Heart rate can be a useful tool for training if utilized correctly and in the right situations. Although, there are many situations where heart rate can be misleading. Heart rate is NOT a measure of work the body is performing. It
is a sophisticated response based on many different factors relating to someone’s biopsychological state.
DOES HEART RATE TRAINING HAVE A PLACE?
Assuming accurate heart rate zones have been established through professional testing of an athlete’s maximum heart rate and accurate heart rate measurement in training through a high-quality chest strap, the efficacy is still
questionable due to the amount of factors acting on heart rate at any given time.
Trail and ultra running involves a lot of unique factors that athletes endure which have profound effects on heart rate, which leads many to believe that heart rate monitoring may not even have a place in trail and ultra running.
WHAT CAN BE USED INSTEAD TO GAUGE INTENSITY?
So then what should we do? I think using heart rate as a “check-in” is fine, as long as you understand what can affect it. Using a “Rating of Perceived Exertion” can be more beneficial as it can somewhat reliably track an athlete’s
relative effort at a given time which may speak more accurately to the stressors affecting their performance. RPE is a scale of 1-10, with 10 being a “maximal effort”.
For example, instead of planning to run in “Zone 3, 70-80% max HR”, for someone this might be “136-156 BPM”(see chart), it might be better to aim to run at an RPE (rate of perceived exertion) of a 5-6/10. Performing a gradual
“all-out” test, slowly ramping up to your maximum effort, even just once for practice, can give an athlete a more accurate perspective of the ranges throughout this 1-10 scale of perceived exertion.
Another way to monitor your intensity, other than heart rate, can be the “talk test”. For example, an “easy” pace should be “conversational”. You should be able to tell me a joke, easily. As intensity increases, the amount of words
you can speak at once becomes more limited.
Simplified Talk Test:
- Moderate Intensity Domain (Zones 1-2/5, or 1-3/10 RPE)
- You should be easily able to converse with someone else, tell a joke, or a story.
- In one breath, you should be able to count 1-20, or speak the alphabet A-Z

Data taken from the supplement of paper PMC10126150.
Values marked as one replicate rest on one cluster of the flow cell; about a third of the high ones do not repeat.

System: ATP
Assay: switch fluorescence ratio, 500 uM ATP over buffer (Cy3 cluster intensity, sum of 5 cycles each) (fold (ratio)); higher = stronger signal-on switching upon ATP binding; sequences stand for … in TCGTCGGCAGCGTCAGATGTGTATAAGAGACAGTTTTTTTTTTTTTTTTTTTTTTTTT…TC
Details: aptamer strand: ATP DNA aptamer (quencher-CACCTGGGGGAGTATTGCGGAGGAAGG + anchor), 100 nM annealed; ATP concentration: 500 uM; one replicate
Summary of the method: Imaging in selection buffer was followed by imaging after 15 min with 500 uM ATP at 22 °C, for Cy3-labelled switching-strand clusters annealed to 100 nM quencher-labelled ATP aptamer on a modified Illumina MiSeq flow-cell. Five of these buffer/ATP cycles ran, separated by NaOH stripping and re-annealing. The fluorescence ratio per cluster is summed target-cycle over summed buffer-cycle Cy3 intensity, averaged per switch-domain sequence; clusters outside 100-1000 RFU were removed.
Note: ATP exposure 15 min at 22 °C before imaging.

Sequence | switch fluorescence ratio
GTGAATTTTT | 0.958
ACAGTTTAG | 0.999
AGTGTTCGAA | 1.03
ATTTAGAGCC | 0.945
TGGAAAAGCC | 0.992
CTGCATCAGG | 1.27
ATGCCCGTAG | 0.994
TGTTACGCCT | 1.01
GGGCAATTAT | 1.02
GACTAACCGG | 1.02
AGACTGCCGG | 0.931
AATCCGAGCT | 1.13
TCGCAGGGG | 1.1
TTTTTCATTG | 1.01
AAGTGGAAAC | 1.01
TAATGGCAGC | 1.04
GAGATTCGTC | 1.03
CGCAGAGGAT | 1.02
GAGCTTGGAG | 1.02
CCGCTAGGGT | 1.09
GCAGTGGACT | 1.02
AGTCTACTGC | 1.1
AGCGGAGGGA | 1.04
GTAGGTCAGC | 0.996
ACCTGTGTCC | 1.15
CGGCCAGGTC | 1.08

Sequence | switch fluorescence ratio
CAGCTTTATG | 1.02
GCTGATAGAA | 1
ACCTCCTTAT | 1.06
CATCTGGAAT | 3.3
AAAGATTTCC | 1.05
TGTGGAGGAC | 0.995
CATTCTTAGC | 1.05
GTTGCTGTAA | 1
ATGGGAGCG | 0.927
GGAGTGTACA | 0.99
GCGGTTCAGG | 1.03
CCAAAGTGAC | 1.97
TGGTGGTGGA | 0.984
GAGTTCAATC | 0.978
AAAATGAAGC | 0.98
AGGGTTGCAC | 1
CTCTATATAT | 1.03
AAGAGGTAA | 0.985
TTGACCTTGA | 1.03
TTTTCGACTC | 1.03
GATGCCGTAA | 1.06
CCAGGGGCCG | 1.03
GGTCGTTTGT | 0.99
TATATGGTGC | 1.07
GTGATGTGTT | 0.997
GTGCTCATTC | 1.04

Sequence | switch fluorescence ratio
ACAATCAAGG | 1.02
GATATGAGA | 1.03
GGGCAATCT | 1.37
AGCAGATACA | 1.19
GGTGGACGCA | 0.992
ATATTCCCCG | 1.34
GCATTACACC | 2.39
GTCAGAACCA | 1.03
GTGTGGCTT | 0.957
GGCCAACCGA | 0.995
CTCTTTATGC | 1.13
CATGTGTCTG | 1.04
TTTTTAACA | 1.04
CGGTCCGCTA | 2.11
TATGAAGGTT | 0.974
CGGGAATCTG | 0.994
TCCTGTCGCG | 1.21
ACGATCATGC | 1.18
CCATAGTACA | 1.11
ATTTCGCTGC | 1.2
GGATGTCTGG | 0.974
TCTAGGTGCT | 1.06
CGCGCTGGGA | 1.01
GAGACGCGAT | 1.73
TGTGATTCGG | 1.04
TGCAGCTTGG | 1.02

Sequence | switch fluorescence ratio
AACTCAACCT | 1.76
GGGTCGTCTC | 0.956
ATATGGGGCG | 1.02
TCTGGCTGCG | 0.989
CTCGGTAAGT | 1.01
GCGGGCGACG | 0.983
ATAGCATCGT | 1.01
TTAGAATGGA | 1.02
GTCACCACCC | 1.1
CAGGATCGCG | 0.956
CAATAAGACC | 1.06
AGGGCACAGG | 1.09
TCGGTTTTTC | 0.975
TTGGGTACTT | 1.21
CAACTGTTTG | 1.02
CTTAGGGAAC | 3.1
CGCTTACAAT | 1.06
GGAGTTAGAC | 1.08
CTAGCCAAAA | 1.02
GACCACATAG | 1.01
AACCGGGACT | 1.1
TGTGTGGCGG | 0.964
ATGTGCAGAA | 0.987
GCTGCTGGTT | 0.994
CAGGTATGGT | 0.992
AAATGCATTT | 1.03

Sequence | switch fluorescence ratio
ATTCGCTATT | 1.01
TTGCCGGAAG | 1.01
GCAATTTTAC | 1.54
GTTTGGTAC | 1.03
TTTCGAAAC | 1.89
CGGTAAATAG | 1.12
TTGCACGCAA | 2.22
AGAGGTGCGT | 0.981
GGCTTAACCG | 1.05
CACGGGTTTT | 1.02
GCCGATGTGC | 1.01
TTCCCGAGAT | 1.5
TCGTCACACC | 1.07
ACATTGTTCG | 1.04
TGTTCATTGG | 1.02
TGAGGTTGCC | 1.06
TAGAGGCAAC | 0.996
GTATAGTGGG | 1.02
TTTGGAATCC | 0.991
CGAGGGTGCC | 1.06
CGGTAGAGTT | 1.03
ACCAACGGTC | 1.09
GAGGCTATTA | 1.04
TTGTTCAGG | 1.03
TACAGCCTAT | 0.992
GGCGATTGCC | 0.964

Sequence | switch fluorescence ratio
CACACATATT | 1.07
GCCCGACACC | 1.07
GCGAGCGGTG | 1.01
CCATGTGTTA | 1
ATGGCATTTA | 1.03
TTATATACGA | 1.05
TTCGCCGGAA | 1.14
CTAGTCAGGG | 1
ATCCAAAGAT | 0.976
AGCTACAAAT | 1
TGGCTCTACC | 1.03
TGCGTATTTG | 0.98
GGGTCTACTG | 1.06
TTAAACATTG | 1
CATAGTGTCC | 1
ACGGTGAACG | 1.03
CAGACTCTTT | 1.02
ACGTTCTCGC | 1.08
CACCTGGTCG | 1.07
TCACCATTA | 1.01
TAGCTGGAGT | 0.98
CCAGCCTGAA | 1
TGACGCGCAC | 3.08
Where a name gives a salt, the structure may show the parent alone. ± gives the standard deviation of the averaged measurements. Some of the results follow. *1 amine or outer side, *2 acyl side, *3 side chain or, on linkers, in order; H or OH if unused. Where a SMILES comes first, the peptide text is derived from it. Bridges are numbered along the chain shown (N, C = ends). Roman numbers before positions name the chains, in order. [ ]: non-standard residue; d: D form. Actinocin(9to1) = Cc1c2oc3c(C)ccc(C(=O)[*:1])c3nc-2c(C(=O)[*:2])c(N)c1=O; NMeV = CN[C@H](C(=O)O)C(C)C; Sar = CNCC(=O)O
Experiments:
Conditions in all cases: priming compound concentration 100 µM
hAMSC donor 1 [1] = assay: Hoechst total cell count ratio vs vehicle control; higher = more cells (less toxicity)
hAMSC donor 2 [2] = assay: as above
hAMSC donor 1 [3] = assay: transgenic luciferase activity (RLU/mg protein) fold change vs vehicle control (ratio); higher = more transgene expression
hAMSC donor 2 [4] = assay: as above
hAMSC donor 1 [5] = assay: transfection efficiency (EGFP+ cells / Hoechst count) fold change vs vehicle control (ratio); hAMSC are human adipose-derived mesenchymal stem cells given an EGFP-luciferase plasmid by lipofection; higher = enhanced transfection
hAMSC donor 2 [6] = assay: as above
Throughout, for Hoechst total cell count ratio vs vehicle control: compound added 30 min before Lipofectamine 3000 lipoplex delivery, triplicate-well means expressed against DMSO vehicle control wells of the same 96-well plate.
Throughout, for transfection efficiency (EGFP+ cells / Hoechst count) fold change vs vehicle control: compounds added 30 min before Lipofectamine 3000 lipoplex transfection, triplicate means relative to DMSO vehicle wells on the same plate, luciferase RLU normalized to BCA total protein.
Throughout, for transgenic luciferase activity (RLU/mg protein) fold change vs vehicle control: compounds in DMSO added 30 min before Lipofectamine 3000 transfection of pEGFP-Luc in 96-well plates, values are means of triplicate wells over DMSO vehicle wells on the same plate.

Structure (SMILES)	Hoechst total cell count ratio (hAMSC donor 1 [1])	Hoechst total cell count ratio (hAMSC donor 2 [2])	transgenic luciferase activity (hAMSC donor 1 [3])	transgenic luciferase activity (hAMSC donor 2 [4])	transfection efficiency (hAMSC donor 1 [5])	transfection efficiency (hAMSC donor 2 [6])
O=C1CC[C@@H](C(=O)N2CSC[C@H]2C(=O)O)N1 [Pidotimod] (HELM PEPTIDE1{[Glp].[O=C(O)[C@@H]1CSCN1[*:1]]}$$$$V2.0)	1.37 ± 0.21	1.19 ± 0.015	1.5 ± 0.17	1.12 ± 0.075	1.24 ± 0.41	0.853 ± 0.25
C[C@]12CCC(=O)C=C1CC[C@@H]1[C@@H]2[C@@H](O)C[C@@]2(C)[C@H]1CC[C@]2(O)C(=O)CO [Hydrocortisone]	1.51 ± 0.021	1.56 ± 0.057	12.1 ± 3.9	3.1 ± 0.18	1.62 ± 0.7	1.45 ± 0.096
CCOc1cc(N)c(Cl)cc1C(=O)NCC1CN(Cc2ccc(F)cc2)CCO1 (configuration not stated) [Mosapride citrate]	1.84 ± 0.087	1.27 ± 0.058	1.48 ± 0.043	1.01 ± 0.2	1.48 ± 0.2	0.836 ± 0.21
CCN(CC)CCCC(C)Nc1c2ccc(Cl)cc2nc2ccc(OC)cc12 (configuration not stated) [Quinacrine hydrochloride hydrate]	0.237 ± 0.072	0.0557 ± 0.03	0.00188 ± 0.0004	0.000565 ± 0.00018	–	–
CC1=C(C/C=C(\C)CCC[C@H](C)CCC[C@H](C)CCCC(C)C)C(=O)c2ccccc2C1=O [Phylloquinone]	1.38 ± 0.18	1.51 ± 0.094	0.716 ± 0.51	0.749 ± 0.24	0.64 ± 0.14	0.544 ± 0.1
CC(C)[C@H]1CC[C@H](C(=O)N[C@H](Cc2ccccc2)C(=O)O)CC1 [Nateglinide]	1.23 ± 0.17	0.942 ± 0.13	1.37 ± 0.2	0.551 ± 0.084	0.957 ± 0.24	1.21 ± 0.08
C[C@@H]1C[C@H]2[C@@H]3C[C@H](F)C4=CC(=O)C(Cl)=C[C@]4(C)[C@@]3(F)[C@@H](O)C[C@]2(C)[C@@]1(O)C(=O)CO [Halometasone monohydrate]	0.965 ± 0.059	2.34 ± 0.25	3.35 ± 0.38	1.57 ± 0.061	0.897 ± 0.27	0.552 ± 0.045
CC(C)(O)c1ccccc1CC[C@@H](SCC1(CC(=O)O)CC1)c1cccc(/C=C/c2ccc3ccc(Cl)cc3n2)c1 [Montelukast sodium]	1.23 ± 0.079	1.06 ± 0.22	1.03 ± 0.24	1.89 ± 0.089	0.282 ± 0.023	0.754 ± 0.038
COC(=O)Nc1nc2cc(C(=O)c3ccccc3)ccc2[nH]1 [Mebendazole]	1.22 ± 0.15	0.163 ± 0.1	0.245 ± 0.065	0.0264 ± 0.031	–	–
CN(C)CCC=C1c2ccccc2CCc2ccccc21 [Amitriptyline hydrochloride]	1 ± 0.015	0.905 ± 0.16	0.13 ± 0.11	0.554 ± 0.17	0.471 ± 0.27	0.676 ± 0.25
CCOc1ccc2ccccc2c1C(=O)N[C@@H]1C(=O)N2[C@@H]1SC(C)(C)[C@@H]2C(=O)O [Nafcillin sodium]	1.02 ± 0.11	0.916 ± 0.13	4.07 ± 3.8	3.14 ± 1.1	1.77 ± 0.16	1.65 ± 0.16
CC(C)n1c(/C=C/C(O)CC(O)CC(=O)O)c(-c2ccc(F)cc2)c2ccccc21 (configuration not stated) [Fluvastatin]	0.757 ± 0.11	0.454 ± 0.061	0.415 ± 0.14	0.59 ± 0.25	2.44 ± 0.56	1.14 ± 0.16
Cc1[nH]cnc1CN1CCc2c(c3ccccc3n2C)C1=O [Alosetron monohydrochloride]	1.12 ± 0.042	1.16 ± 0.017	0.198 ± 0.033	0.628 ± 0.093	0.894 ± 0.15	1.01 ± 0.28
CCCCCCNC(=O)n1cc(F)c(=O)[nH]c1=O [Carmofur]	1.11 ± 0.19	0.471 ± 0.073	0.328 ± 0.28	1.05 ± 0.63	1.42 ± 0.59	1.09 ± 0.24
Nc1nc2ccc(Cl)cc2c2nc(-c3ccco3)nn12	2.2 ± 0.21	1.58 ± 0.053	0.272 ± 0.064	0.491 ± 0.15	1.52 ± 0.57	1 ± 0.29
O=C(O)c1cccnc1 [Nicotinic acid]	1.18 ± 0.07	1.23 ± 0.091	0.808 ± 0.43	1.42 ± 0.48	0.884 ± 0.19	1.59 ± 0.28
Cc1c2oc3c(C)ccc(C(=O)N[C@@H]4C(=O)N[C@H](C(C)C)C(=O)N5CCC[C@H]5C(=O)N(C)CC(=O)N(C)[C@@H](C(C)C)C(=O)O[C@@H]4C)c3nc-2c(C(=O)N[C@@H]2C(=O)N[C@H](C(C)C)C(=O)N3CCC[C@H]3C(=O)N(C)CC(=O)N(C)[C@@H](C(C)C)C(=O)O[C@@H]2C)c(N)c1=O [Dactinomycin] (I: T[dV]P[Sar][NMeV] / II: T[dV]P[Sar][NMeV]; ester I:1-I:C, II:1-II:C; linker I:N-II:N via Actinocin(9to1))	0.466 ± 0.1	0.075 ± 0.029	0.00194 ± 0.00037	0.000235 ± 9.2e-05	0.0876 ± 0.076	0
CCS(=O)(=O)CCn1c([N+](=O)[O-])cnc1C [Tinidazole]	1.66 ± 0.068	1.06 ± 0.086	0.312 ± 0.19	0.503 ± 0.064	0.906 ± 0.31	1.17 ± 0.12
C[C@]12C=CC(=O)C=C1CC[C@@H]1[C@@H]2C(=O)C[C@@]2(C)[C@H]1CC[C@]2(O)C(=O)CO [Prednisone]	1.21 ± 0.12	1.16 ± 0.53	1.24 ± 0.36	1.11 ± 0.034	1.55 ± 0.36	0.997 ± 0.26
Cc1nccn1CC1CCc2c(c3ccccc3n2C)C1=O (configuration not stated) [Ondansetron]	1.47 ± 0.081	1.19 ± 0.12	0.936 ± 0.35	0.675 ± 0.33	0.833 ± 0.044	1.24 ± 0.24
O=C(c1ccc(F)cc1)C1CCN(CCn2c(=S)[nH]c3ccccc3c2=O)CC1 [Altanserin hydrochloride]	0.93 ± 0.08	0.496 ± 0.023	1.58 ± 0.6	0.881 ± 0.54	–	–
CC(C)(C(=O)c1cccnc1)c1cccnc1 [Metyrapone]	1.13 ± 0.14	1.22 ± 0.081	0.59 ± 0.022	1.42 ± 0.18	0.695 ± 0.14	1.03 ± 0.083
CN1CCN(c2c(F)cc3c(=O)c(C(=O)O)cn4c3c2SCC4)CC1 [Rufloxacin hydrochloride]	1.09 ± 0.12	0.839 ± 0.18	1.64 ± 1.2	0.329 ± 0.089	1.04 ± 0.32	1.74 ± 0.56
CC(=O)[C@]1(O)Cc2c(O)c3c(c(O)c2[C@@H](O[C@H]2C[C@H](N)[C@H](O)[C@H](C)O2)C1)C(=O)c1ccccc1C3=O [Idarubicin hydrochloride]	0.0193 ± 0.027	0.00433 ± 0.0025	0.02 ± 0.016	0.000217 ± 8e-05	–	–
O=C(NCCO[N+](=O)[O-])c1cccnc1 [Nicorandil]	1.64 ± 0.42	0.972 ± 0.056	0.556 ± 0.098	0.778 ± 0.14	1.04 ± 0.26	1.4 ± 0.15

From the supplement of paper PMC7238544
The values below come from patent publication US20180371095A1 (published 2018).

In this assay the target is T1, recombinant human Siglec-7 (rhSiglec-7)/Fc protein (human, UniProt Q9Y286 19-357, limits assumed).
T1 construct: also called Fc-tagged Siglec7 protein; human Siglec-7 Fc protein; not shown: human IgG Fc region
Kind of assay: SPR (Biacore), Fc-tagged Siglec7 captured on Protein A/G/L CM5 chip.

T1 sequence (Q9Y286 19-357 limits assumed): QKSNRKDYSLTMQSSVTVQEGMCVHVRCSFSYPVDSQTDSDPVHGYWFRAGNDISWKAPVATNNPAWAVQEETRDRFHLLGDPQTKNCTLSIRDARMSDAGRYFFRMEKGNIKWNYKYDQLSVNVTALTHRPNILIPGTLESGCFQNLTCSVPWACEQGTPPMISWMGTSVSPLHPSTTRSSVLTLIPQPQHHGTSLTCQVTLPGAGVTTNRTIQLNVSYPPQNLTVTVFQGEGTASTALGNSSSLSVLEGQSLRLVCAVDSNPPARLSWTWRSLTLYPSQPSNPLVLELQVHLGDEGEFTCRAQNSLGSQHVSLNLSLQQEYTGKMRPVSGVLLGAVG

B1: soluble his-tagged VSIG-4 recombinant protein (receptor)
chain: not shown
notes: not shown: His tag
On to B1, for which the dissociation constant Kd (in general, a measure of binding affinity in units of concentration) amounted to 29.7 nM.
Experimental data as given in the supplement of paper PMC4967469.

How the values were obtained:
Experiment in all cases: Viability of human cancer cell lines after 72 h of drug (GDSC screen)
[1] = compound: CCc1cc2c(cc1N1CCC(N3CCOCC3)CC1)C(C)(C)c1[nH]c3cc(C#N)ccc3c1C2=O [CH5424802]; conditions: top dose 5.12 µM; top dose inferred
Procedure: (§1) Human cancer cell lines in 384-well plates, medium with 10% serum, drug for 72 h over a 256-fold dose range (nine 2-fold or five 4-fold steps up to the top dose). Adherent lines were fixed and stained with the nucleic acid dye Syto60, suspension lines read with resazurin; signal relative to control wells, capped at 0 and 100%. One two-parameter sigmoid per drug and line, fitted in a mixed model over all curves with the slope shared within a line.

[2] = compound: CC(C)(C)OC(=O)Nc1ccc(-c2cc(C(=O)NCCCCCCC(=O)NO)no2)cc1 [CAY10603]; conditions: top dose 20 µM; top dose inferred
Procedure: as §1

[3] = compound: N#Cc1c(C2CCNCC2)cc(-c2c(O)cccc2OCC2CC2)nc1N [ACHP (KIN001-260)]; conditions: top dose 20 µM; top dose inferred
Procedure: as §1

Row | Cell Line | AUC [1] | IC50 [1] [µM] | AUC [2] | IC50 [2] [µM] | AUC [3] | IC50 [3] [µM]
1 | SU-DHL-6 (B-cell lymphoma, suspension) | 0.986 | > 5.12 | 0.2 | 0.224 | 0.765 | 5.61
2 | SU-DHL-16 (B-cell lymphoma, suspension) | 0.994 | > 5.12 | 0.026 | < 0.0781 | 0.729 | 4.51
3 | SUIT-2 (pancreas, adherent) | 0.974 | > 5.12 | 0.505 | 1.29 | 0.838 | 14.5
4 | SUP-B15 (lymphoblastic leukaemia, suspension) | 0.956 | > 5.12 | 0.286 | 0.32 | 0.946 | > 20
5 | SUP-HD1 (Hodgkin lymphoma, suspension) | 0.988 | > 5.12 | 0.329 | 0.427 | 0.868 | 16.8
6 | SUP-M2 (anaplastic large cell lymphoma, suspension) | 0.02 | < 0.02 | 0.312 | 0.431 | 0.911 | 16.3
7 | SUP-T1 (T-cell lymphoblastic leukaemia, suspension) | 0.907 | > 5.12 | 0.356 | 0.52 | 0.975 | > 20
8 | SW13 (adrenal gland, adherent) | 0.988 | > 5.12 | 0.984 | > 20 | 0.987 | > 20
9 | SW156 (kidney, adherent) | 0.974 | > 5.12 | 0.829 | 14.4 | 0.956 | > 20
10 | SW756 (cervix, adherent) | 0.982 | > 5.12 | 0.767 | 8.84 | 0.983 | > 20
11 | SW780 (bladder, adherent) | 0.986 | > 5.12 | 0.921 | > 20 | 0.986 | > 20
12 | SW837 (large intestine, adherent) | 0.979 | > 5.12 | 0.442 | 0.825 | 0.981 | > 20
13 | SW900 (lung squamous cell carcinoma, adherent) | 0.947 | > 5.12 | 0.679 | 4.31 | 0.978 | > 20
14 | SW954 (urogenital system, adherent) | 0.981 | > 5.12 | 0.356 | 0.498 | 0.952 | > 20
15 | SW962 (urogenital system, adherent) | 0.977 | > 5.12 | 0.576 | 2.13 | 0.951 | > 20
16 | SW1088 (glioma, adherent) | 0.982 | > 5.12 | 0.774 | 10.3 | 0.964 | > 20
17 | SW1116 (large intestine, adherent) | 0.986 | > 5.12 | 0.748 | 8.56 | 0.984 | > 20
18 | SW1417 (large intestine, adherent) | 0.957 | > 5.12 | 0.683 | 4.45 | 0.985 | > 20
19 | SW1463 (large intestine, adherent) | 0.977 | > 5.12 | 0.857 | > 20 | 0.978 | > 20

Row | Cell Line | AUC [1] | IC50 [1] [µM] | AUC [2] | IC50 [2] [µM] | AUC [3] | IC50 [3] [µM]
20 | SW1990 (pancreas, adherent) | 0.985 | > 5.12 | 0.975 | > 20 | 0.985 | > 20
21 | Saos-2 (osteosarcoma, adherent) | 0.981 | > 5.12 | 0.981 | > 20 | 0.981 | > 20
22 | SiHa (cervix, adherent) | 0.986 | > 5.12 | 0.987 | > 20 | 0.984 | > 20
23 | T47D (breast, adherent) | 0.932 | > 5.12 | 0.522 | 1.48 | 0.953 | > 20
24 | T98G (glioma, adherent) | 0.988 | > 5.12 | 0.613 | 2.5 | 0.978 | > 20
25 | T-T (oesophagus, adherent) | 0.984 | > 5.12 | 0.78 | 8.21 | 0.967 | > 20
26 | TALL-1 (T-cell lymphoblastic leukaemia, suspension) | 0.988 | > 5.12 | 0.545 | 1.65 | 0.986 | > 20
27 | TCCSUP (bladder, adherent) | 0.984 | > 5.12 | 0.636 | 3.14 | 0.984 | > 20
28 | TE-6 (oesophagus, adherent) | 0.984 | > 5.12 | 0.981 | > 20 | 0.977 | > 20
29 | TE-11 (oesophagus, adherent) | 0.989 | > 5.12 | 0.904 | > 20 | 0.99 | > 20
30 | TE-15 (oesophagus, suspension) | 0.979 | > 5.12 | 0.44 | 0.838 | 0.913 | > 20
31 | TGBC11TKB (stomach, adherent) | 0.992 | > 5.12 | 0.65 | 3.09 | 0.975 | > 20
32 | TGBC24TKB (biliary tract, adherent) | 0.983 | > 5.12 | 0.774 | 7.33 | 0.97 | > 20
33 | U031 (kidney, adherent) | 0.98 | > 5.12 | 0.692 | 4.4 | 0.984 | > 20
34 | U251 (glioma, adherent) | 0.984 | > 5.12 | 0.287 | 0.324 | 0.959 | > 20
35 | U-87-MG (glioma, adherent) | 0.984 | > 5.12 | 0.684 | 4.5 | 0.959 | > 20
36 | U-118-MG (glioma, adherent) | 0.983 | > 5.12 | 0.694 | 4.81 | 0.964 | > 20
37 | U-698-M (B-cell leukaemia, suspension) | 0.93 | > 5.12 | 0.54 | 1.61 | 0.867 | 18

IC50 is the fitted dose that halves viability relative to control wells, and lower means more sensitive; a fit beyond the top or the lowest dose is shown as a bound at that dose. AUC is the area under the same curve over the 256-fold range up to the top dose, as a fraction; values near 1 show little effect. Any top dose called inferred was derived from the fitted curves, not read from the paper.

- Heavy Intensity Domain (Zones 2-3/5 or 4-6/10 RPE)
- Can only speak single sentences at a time.
- Labored breathing sometimes breaks up spoken sentences.
- Severe Intensity Domain (Zones 4-5 or 7+/10 RPE)
- You are only able to speak one or two short words at a time due to severely labored breathing.
WHAT ARE SOME OF THE MOST COMMON FACTORS THAT AFFECT HEART RATE VARIABILITY?
Take a look at the slides below to get a glimpse into what and how things are affecting your heart rate during trail and ultra running. Keep in mind that these are only some of what I believe to be the most common factors affecting
trail and ultra runners. There are many factors that are not listed here that add to the equation but may not be worth talking about right now without over-complicating things.
Have you ever noticed that over time during a run your heart rate will slowly climb for the same given effort or intensity? This is known as cardiac drift. It adds to the complexity of why monitoring intensity with heart rate can be
challenging. Effort may remain the same, but pace may decrease at a given heart rate… or another example would be that if you were able to maintain your pace, effort and heart rate will rise.
What causes this? It’s complicated. It’s basically a combination of everything we have talked about so far. Let’s say you’re doing a long run in the mountains. Maybe you slack a little bit on staying fully hydrated, combined with
cumulative eccentric muscle damage to your legs from running the downhills, and depleting of your glycogen stores… heart rate will inherently rise for a given effort. At the start of your run you might have been able to maintain a
140 BPM heart rate at an RPE of 5-6, but a few hours later, to keep the same speed you might be at an RPE of 6-7 and heart rate of 155 BPM.
It can be tempting to use the next best feature in fitness technology. In recent years, the big feature being pushed on fitness technology has been heart rate monitoring. Although when it comes to monitoring exercise intensity,
heart rate is definitely not a consistent and reliable option. Does this mean we shouldn’t pay attention to heart rate at all? No. It means we can use heart rate as a check-in when appropriate, but taking into consideration ahead of
time what it means, and what it doesn’t mean.
The take-home message is that heart rate is not a direct measure of work output or performance, but when combined with other methods of monitoring intensity, like “Rating of Perceived Exertion” it can give
us more information.
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